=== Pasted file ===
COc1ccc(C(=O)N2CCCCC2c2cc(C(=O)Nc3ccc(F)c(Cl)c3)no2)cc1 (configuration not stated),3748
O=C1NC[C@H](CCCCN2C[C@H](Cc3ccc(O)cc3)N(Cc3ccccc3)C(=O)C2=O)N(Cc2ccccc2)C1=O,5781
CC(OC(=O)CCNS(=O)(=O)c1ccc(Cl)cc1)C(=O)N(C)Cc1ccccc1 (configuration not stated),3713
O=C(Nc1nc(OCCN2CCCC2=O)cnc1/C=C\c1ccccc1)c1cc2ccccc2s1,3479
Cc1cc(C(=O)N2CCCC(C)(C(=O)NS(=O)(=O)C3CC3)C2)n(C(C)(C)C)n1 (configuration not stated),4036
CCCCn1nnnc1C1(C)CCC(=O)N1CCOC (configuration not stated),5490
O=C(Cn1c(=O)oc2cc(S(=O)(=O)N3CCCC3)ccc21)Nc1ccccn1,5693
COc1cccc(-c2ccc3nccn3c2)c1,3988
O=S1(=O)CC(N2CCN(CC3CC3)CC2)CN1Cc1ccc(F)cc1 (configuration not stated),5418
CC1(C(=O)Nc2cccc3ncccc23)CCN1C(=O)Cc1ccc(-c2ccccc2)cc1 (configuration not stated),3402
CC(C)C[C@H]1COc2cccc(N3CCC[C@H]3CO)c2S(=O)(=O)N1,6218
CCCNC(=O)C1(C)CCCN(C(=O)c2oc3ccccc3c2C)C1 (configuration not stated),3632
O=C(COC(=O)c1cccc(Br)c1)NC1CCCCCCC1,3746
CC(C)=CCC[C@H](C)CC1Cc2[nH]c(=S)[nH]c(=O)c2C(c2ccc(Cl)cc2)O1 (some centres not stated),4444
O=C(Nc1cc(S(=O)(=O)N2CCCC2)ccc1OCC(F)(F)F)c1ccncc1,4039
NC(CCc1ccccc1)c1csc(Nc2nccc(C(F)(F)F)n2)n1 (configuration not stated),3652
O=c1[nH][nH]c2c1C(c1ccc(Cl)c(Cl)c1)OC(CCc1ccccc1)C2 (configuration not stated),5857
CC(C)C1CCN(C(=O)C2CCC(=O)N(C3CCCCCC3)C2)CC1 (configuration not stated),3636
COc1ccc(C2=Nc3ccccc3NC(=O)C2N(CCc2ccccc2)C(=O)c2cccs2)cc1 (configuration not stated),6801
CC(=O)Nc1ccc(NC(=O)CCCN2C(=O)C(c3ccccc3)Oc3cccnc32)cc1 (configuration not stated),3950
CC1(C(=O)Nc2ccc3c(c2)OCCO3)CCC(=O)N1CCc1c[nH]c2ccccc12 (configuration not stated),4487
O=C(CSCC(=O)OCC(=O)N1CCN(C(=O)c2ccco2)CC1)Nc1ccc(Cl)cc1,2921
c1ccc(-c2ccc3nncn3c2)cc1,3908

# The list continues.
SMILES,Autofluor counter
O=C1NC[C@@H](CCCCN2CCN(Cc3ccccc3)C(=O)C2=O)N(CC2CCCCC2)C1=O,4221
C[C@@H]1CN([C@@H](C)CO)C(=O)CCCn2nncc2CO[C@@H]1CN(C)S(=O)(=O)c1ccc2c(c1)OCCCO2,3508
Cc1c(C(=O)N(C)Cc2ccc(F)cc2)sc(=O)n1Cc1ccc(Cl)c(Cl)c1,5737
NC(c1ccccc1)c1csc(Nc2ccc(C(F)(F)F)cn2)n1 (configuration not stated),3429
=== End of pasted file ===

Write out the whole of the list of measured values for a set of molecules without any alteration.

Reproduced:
COc1ccc(C(=O)N2CCCCC2c2cc(C(=O)Nc3ccc(F)c(Cl)c3)no2)cc1 (configuration not stated),3748
O=C1NC[C@H](CCCCN2C[C@H](Cc3ccc(O)cc3)N(Cc3ccccc3)C(=O)C2=O)N(Cc2ccccc2)C1=O,5781
CC(OC(=O)CCNS(=O)(=O)c1ccc(Cl)cc1)C(=O)N(C)Cc1ccccc1 (configuration not stated),3713
O=C(Nc1nc(OCCN2CCCC2=O)cnc1/C=C\c1ccccc1)c1cc2ccccc2s1,3479
Cc1cc(C(=O)N2CCCC(C)(C(=O)NS(=O)(=O)C3CC3)C2)n(C(C)(C)C)n1 (configuration not stated),4036
CCCCn1nnnc1C1(C)CCC(=O)N1CCOC (configuration not stated),5490
O=C(Cn1c(=O)oc2cc(S(=O)(=O)N3CCCC3)ccc21)Nc1ccccn1,5693
COc1cccc(-c2ccc3nccn3c2)c1,3988
O=S1(=O)CC(N2CCN(CC3CC3)CC2)CN1Cc1ccc(F)cc1 (configuration not stated),5418
CC1(C(=O)Nc2cccc3ncccc23)CCN1C(=O)Cc1ccc(-c2ccccc2)cc1 (configuration not stated),3402
CC(C)C[C@H]1COc2cccc(N3CCC[C@H]3CO)c2S(=O)(=O)N1,6218
CCCNC(=O)C1(C)CCCN(C(=O)c2oc3ccccc3c2C)C1 (configuration not stated),3632
O=C(COC(=O)c1cccc(Br)c1)NC1CCCCCCC1,3746
CC(C)=CCC[C@H](C)CC1Cc2[nH]c(=S)[nH]c(=O)c2C(c2ccc(Cl)cc2)O1 (some centres not stated),4444
O=C(Nc1cc(S(=O)(=O)N2CCCC2)ccc1OCC(F)(F)F)c1ccncc1,4039
NC(CCc1ccccc1)c1csc(Nc2nccc(C(F)(F)F)n2)n1 (configuration not stated),3652
O=c1[nH][nH]c2c1C(c1ccc(Cl)c(Cl)c1)OC(CCc1ccccc1)C2 (configuration not stated),5857
CC(C)C1CCN(C(=O)C2CCC(=O)N(C3CCCCCC3)C2)CC1 (configuration not stated),3636
COc1ccc(C2=Nc3ccccc3NC(=O)C2N(CCc2ccccc2)C(=O)c2cccs2)cc1 (configuration not stated),6801
CC(=O)Nc1ccc(NC(=O)CCCN2C(=O)C(c3ccccc3)Oc3cccnc32)cc1 (configuration not stated),3950
CC1(C(=O)Nc2ccc3c(c2)OCCO3)CCC(=O)N1CCc1c[nH]c2ccccc12 (configuration not stated),4487
O=C(CSCC(=O)OCC(=O)N1CCN(C(=O)c2ccco2)CC1)Nc1ccc(Cl)cc1,2921
c1ccc(-c2ccc3nncn3c2)cc1,3908

# The list continues.
SMILES,Autofluor counter
O=C1NC[C@@H](CCCCN2CCN(Cc3ccccc3)C(=O)C2=O)N(CC2CCCCC2)C1=O,4221
C[C@@H]1CN([C@@H](C)CO)C(=O)CCCn2nncc2CO[C@@H]1CN(C)S(=O)(=O)c1ccc2c(c1)OCCCO2,3508
Cc1c(C(=O)N(C)Cc2ccc(F)cc2)sc(=O)n1Cc1ccc(Cl)c(Cl)c1,5737
NC(c1ccccc1)c1csc(Nc2ccc(C(F)(F)F)cn2)n1 (configuration not stated),3429